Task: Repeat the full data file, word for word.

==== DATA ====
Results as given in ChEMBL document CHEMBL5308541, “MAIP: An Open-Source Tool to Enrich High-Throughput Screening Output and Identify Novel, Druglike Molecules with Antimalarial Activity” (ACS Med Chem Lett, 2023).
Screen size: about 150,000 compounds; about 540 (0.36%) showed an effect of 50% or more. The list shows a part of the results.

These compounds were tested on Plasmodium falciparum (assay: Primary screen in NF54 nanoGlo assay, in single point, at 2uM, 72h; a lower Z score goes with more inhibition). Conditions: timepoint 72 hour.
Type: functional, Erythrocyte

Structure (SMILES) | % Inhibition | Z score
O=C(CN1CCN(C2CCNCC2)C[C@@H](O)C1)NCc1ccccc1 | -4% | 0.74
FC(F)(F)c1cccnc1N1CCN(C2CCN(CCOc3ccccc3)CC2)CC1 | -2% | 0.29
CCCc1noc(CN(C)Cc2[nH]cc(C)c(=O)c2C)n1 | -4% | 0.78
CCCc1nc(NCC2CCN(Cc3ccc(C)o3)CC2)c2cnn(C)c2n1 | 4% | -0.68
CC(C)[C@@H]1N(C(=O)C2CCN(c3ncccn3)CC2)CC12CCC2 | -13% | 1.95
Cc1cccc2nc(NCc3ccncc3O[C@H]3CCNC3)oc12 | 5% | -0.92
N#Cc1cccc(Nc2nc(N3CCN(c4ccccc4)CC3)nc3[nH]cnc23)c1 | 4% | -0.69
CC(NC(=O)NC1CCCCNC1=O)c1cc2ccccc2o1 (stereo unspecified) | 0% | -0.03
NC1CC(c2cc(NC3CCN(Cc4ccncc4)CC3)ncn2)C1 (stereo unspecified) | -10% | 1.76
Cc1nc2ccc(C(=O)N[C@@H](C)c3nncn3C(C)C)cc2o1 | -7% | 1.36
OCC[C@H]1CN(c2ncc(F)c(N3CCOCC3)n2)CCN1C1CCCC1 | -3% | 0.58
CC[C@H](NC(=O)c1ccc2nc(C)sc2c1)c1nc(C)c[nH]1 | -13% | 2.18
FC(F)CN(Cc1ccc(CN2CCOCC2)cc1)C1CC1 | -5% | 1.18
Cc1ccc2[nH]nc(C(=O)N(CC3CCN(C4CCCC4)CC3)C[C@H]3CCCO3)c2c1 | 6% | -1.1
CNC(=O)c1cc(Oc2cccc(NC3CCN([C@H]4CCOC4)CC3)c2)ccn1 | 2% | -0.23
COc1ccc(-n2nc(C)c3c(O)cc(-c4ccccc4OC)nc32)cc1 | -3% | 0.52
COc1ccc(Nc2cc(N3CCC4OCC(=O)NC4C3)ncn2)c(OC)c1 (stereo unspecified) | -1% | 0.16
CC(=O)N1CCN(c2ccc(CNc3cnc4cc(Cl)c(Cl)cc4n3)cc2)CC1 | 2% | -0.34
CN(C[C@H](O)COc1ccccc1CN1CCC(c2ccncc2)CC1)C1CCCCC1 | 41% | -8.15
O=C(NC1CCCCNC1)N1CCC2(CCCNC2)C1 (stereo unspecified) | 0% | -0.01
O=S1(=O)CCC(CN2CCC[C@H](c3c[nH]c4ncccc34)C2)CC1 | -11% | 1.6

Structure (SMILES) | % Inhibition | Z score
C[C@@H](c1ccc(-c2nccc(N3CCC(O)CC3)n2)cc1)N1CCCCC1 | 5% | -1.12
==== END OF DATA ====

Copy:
Results as given in ChEMBL document CHEMBL5308541, “MAIP: An Open-Source Tool to Enrich High-Throughput Screening Output and Identify Novel, Druglike Molecules with Antimalarial Activity” (ACS Med Chem Lett, 2023).
Screen size: about 150,000 compounds; about 540 (0.36%) showed an effect of 50% or more. The list shows a part of the results.

These compounds were tested on Plasmodium falciparum (assay: Primary screen in NF54 nanoGlo assay, in single point, at 2uM, 72h; a lower Z score goes with more inhibition). Conditions: timepoint 72 hour.
Type: functional, Erythrocyte

Structure (SMILES) | % Inhibition | Z score
O=C(CN1CCN(C2CCNCC2)C[C@@H](O)C1)NCc1ccccc1 | -4% | 0.74
FC(F)(F)c1cccnc1N1CCN(C2CCN(CCOc3ccccc3)CC2)CC1 | -2% | 0.29
CCCc1noc(CN(C)Cc2[nH]cc(C)c(=O)c2C)n1 | -4% | 0.78
CCCc1nc(NCC2CCN(Cc3ccc(C)o3)CC2)c2cnn(C)c2n1 | 4% | -0.68
CC(C)[C@@H]1N(C(=O)C2CCN(c3ncccn3)CC2)CC12CCC2 | -13% | 1.95
Cc1cccc2nc(NCc3ccncc3O[C@H]3CCNC3)oc12 | 5% | -0.92
N#Cc1cccc(Nc2nc(N3CCN(c4ccccc4)CC3)nc3[nH]cnc23)c1 | 4% | -0.69
CC(NC(=O)NC1CCCCNC1=O)c1cc2ccccc2o1 (stereo unspecified) | 0% | -0.03
NC1CC(c2cc(NC3CCN(Cc4ccncc4)CC3)ncn2)C1 (stereo unspecified) | -10% | 1.76
Cc1nc2ccc(C(=O)N[C@@H](C)c3nncn3C(C)C)cc2o1 | -7% | 1.36
OCC[C@H]1CN(c2ncc(F)c(N3CCOCC3)n2)CCN1C1CCCC1 | -3% | 0.58
CC[C@H](NC(=O)c1ccc2nc(C)sc2c1)c1nc(C)c[nH]1 | -13% | 2.18
FC(F)CN(Cc1ccc(CN2CCOCC2)cc1)C1CC1 | -5% | 1.18
Cc1ccc2[nH]nc(C(=O)N(CC3CCN(C4CCCC4)CC3)C[C@H]3CCCO3)c2c1 | 6% | -1.1
CNC(=O)c1cc(Oc2cccc(NC3CCN([C@H]4CCOC4)CC3)c2)ccn1 | 2% | -0.23
COc1ccc(-n2nc(C)c3c(O)cc(-c4ccccc4OC)nc32)cc1 | -3% | 0.52
COc1ccc(Nc2cc(N3CCC4OCC(=O)NC4C3)ncn2)c(OC)c1 (stereo unspecified) | -1% | 0.16
CC(=O)N1CCN(c2ccc(CNc3cnc4cc(Cl)c(Cl)cc4n3)cc2)CC1 | 2% | -0.34
CN(C[C@H](O)COc1ccccc1CN1CCC(c2ccncc2)CC1)C1CCCCC1 | 41% | -8.15
O=C(NC1CCCCNC1)N1CCC2(CCCNC2)C1 (stereo unspecified) | 0% | -0.01
O=S1(=O)CCC(CN2CCC[C@H](c3c[nH]c4ncccc34)C2)CC1 | -11% | 1.6

Structure (SMILES) | % Inhibition | Z score
C[C@@H](c1ccc(-c2nccc(N3CCC(O)CC3)n2)cc1)N1CCCCC1 | 5% | -1.12